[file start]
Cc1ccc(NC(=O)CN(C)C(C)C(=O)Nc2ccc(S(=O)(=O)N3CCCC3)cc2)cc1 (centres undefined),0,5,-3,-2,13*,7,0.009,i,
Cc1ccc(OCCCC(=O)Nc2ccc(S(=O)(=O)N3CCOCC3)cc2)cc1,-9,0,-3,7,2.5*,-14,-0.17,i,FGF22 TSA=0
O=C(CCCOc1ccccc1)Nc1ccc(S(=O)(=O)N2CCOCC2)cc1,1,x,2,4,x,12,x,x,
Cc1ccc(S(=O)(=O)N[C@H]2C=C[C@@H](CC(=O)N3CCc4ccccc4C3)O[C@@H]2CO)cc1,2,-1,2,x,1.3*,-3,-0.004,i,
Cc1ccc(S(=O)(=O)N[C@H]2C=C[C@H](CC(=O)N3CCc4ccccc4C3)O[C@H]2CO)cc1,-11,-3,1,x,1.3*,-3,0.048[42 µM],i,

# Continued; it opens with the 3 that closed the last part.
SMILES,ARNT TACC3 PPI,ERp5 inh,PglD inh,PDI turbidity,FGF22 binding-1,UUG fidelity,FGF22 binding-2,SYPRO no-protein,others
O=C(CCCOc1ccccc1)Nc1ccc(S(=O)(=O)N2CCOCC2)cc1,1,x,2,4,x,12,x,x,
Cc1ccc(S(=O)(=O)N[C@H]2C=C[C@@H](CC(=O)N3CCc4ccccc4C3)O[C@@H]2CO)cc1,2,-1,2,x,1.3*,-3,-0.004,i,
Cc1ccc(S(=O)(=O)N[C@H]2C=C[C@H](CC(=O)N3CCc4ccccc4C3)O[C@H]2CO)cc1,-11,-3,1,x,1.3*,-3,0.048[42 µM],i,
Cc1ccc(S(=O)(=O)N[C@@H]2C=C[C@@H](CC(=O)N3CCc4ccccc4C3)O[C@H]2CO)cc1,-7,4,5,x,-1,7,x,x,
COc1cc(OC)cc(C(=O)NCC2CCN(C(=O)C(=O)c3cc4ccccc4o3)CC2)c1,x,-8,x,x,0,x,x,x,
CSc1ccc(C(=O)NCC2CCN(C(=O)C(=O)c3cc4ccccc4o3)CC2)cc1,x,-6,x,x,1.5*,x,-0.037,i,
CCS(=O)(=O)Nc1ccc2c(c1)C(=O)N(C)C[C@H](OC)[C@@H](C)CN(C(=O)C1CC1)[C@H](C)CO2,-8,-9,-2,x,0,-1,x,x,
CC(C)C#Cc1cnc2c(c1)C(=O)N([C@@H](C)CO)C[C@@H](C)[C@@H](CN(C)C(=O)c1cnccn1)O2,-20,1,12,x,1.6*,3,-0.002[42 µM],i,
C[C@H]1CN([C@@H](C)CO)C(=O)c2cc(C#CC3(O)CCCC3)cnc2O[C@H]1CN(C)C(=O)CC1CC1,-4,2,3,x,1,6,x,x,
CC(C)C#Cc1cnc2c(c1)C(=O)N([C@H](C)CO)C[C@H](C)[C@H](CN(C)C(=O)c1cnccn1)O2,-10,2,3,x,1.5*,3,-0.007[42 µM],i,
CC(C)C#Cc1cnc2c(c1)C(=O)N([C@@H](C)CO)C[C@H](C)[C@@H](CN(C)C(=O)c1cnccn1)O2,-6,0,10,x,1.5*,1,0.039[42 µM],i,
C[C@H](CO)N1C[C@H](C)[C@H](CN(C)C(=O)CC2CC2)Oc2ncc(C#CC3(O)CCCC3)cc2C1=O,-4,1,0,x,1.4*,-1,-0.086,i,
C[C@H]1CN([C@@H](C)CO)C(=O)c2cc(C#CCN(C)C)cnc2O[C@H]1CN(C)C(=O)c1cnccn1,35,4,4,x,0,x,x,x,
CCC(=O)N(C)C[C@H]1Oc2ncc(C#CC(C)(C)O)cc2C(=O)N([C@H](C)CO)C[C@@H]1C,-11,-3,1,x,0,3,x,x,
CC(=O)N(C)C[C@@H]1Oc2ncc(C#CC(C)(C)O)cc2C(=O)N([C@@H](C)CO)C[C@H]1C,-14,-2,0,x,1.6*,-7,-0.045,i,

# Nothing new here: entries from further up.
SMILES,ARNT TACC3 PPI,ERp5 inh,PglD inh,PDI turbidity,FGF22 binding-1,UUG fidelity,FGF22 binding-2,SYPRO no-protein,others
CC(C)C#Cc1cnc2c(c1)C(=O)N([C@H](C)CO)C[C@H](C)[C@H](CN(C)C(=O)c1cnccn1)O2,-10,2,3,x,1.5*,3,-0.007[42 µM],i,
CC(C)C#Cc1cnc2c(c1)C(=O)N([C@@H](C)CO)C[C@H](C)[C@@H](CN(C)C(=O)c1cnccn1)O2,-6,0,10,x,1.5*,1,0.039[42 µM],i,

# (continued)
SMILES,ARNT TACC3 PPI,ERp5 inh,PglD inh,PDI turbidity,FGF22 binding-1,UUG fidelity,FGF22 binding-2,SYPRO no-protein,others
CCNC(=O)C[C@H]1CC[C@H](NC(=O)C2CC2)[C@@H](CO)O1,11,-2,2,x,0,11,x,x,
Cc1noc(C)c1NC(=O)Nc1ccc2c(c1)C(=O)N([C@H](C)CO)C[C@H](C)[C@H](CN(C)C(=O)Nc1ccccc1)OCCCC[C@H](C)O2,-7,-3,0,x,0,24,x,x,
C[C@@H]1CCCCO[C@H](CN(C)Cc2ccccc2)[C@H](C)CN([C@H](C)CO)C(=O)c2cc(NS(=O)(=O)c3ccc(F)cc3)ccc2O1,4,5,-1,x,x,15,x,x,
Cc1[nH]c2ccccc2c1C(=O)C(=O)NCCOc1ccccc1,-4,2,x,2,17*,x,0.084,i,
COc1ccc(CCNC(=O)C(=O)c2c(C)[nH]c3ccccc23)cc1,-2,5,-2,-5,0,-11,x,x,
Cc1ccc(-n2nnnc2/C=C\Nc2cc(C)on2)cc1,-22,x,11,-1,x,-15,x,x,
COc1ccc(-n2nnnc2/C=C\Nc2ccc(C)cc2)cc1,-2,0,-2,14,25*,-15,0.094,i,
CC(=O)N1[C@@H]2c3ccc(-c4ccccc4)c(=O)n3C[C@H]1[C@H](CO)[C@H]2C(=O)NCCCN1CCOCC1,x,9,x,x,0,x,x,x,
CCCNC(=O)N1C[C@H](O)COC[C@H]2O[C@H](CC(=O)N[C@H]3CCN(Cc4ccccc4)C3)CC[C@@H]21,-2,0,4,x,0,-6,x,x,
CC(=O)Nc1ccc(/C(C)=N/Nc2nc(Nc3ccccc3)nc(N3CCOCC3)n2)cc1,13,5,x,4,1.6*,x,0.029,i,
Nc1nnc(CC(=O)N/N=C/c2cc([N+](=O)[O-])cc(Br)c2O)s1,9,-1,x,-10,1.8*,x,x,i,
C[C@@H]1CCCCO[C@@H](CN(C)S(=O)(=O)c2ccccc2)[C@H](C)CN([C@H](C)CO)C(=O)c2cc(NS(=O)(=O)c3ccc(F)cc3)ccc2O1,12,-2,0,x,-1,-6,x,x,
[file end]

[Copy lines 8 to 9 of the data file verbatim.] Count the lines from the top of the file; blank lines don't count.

O=C(CCCOc1ccccc1)Nc1ccc(S(=O)(=O)N2CCOCC2)cc1,1,x,2,4,x,12,x,x,
Cc1ccc(S(=O)(=O)N[C@H]2C=C[C@@H](CC(=O)N3CCc4ccccc4C3)O[C@@H]2CO)cc1,2,-1,2,x,1.3*,-3,-0.004,i,